Have you seen the movie about a group of artsy high-school friends reuniting years later to put on a show? Double Blind Productions’ Escape Velocity is a lot like it.
“During high school, a few of us spent a lot of time late at night at Eat’n Park reading tarot together,” says Moriah Ella Mason, a collaborator with Double Blind.
Those glory days inspired Mason, along with Mandy and Jack Hackman, to create a deck of circus-themed tarot cards in 2015. Inspiration struck again for the creation of their joint production, Escape Velocity.
Featuring an interdisciplinary performance collective comprised mostly of Penn-Trafford High School graduates, Escape Velocity is a semi-immersive, multimedia work being staged at New Hazlett Theatre on May 31. Part of the CSA Performance Series, it is billed as a “circus arcana” that features a blend of dance, music and circus arts such as juggling, stilts, clowning, aerial skills and lyra.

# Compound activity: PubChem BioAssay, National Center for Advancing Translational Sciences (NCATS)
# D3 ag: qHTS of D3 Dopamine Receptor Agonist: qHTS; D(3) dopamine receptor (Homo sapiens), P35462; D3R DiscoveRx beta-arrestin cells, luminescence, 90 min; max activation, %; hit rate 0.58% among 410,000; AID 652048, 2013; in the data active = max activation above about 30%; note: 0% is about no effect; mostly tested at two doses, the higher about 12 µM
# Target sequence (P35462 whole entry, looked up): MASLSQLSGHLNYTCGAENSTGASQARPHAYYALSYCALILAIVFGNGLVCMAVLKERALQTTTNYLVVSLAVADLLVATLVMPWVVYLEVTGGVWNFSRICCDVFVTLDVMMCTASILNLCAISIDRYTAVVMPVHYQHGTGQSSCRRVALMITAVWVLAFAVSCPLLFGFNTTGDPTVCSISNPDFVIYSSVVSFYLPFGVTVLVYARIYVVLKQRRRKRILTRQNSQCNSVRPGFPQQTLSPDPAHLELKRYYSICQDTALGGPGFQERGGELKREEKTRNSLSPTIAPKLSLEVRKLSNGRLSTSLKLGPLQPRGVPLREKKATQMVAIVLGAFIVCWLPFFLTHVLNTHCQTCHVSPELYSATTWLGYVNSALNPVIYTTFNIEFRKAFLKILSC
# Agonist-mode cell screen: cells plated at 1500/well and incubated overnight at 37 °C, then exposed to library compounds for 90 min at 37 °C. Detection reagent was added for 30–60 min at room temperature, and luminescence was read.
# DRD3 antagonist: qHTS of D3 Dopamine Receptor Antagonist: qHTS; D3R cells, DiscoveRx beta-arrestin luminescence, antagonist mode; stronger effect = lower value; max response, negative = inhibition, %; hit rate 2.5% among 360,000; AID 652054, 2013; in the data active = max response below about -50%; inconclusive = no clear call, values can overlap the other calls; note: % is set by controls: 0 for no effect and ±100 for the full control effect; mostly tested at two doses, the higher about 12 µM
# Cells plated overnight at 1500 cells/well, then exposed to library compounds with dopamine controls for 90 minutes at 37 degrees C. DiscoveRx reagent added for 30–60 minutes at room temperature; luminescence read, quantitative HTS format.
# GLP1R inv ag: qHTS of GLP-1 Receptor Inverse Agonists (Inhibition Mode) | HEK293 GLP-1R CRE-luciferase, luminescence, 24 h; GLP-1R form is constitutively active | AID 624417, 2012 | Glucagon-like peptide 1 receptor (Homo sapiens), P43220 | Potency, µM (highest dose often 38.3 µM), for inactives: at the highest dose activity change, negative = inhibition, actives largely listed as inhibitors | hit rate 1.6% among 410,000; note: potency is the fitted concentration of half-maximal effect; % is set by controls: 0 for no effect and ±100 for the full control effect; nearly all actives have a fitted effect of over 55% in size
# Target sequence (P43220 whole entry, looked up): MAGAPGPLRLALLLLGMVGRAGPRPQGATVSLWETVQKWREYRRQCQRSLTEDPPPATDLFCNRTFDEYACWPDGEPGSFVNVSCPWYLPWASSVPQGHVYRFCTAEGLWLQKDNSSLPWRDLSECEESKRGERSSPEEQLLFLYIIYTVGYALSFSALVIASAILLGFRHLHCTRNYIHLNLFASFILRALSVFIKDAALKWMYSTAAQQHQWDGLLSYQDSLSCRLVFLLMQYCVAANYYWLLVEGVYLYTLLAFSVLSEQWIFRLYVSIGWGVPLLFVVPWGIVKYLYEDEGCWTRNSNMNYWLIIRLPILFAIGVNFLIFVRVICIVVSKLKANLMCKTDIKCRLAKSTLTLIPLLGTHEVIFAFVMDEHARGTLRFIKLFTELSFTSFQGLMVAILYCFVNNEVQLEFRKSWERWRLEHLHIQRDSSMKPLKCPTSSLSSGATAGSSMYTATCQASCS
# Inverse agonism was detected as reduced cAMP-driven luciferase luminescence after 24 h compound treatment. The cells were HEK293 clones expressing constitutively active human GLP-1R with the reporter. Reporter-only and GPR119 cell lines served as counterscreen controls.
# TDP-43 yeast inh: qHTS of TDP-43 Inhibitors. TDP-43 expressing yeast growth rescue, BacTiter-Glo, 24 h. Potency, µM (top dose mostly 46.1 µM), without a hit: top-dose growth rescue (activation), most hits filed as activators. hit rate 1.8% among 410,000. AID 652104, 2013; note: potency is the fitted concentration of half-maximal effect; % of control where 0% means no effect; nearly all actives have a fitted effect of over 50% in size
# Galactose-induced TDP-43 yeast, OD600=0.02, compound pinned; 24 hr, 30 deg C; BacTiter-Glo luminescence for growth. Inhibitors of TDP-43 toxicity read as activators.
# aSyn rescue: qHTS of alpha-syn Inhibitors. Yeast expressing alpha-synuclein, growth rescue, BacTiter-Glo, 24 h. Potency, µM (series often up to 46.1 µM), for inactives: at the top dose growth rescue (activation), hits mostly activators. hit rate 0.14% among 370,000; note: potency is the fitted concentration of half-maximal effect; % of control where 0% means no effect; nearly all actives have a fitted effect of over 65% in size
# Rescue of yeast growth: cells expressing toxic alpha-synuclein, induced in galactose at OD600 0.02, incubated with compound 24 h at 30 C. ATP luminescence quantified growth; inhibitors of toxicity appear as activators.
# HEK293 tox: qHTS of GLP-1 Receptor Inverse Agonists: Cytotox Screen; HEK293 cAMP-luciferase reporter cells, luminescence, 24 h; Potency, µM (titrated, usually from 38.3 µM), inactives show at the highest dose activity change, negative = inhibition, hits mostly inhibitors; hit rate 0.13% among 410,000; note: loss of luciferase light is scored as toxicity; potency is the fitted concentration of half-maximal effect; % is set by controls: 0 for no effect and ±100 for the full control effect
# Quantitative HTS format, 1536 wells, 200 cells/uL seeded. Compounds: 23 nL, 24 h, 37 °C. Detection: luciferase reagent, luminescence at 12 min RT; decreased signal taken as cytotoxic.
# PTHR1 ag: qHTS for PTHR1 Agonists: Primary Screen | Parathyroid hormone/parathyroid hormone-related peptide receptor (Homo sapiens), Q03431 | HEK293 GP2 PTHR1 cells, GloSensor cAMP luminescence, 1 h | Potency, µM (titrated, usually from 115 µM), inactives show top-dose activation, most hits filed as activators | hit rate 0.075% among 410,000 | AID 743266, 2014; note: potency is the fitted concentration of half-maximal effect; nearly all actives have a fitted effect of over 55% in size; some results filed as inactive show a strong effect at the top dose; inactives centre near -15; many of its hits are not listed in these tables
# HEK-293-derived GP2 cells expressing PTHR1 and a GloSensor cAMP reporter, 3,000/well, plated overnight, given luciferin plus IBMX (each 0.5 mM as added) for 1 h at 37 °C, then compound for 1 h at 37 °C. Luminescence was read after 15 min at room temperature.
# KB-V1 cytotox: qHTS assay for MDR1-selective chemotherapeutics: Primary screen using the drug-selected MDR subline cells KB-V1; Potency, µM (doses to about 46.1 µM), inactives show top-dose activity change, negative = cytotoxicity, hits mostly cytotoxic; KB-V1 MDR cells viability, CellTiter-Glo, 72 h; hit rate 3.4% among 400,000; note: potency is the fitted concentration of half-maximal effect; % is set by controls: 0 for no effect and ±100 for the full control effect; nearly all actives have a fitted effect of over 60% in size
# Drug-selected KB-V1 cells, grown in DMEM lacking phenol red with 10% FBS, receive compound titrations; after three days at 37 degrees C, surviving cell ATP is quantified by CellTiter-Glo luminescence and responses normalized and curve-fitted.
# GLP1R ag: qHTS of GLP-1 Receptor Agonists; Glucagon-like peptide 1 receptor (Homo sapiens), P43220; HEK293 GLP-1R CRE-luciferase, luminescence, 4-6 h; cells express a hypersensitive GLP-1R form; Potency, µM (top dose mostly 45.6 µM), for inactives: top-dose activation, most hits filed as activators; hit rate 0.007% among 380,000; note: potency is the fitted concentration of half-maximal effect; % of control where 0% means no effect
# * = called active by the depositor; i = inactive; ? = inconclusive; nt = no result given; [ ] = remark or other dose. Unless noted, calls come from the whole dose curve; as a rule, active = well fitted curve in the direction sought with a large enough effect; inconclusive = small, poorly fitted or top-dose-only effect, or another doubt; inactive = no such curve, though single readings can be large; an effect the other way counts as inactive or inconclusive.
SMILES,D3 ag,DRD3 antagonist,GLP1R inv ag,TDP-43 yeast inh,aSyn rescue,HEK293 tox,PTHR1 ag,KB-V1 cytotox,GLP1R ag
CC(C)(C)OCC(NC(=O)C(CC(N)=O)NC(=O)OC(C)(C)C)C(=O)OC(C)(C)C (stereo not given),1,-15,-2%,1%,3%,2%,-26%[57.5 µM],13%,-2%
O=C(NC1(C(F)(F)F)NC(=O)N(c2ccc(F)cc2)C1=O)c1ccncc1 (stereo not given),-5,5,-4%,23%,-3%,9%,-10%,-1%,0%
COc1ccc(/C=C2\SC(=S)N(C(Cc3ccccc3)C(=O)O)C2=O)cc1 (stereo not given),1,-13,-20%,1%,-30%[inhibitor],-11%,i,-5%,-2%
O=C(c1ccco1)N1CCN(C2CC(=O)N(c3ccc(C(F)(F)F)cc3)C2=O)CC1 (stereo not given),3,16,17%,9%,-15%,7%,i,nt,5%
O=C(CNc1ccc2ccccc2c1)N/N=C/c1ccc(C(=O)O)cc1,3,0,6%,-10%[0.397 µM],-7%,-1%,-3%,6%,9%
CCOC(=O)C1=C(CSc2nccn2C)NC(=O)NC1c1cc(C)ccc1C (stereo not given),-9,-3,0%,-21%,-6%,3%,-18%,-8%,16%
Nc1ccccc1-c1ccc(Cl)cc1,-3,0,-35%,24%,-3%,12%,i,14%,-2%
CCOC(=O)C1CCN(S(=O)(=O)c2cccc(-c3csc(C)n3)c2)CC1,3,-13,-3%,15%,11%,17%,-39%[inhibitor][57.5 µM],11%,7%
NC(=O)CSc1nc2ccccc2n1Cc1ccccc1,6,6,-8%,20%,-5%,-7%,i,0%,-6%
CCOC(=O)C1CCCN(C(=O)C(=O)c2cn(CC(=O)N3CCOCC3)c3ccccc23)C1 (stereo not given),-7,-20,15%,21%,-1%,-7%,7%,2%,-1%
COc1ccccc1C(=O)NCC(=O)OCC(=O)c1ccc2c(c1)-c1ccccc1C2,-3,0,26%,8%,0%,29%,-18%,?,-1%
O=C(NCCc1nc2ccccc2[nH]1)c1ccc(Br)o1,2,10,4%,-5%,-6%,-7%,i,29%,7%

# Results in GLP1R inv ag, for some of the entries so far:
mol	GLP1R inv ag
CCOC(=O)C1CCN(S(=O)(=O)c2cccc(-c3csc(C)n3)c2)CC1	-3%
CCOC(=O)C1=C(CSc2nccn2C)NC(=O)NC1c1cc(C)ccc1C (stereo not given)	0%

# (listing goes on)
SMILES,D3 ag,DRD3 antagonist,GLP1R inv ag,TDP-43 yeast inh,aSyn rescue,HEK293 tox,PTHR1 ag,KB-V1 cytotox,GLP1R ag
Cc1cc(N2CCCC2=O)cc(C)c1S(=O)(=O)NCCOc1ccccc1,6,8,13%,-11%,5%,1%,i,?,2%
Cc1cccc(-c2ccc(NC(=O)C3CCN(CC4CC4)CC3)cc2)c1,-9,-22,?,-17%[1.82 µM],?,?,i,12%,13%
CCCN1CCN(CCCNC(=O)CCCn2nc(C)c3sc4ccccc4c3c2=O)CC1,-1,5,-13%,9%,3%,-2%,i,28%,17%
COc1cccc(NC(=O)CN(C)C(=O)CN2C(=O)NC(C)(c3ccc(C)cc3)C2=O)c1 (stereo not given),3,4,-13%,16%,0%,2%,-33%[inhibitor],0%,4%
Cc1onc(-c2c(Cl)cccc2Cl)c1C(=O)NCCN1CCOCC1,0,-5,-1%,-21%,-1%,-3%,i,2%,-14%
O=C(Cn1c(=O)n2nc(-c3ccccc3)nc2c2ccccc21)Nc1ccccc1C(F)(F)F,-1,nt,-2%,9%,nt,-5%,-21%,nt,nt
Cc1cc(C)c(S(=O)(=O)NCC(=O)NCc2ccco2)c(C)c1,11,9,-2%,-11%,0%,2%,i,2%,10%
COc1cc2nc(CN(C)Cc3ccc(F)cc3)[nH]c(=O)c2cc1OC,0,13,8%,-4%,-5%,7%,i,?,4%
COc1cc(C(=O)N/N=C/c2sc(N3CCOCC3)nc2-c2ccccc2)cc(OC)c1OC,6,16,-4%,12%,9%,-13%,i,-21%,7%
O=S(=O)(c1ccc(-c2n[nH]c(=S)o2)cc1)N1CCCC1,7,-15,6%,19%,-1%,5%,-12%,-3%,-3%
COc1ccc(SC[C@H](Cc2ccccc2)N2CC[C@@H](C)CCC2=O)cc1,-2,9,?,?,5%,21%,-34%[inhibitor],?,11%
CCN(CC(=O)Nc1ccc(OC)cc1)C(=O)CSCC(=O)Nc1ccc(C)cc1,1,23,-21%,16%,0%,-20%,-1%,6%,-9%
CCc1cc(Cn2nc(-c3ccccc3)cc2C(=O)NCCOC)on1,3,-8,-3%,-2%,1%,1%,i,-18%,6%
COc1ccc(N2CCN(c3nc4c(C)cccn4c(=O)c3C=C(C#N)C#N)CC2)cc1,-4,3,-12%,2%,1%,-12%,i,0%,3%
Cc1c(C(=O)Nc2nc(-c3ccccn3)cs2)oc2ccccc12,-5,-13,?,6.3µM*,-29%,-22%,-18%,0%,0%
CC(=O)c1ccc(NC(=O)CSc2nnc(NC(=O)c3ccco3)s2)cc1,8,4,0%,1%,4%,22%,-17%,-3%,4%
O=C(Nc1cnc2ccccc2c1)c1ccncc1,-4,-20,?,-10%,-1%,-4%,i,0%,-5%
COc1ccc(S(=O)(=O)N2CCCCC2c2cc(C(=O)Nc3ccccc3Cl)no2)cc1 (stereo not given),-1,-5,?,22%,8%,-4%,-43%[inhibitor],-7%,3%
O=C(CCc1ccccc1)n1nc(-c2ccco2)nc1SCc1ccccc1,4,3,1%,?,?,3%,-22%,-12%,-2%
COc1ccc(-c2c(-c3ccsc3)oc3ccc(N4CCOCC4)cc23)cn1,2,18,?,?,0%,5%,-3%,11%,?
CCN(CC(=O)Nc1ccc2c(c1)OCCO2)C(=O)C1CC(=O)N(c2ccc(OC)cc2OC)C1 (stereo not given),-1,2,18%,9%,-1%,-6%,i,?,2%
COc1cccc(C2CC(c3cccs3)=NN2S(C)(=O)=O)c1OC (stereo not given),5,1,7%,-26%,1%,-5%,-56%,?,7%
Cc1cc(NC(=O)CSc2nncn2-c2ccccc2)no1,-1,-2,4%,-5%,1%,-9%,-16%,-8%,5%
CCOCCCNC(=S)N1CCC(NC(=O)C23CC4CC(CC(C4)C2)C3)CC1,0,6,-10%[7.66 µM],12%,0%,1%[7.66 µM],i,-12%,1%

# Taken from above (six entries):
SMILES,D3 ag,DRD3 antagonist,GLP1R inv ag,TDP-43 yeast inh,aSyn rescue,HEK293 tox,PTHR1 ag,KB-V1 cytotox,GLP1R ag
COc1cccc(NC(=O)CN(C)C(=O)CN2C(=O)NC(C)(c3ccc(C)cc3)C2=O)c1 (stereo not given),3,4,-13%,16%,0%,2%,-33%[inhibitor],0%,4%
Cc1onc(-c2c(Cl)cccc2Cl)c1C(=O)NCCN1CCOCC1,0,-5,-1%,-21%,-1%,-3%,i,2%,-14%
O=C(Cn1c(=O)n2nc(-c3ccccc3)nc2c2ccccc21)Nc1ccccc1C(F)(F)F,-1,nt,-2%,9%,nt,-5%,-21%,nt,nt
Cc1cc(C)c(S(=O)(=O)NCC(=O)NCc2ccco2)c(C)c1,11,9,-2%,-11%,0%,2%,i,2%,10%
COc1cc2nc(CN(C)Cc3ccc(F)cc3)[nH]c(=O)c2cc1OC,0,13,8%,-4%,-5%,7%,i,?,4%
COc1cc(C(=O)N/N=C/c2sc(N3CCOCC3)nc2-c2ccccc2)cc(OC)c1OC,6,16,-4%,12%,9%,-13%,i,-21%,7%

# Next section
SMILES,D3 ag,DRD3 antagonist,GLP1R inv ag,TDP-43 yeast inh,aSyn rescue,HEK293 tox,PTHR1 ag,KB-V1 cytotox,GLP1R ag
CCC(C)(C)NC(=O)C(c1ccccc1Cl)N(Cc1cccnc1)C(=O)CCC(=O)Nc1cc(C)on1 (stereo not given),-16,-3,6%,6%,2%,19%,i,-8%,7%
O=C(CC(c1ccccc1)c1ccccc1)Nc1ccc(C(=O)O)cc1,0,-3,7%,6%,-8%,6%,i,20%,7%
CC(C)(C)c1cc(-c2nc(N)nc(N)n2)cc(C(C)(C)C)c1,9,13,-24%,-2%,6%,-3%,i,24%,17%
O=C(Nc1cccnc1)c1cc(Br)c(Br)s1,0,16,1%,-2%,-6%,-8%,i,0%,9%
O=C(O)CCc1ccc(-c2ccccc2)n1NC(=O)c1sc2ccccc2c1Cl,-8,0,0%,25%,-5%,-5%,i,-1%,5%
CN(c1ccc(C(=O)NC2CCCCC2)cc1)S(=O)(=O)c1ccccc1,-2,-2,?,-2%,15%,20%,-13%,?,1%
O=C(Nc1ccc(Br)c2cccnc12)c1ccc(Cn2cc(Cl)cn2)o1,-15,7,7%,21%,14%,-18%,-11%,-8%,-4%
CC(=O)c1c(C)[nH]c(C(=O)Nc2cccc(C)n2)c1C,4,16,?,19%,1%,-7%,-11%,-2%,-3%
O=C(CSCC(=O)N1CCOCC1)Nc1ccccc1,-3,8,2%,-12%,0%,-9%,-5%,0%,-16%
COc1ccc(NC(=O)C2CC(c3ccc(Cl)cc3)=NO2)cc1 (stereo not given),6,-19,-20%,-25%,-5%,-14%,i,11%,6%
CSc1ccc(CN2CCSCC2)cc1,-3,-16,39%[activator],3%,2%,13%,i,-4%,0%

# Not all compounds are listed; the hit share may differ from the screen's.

Mason, the director, guides a narrative established by Angela Whalen, the story and script coordinator. It is derived from characters seen in the Hackman’s tarot deck.
Double Blind’s creative team was interested in using a circus motif from a historical perspective. The circus helped form American popular culture in the 19th and 20th centuries, and the team sees circus culture as a metaphor for societal power structures and spectacle. Escape Velocity plays into those themes as it follows a group of performers led by a controlling ringmaster (Miles Wilder) and a group of eight characters trapped in a circus.
A 90-minute production, it is performed to original, pre-recorded and live music by played Wilder. Featured performers are from Pittsburgh, Colorado, and New York, and include O’Ryan “the O’Mazing” Arrowroot, Roberta Guido and the Bombyx Collective.
Audience participation is an integral part of the show.
“The key thing to know is that there is more than one ending to the show and which ending will occur depends on a drawing from the tarot deck done with audience and choices the audience makes throughout the performance,” says Mason.
“People coming should be prepared to be interacted with, and those interactions are really meaningful to the outcome of the show.”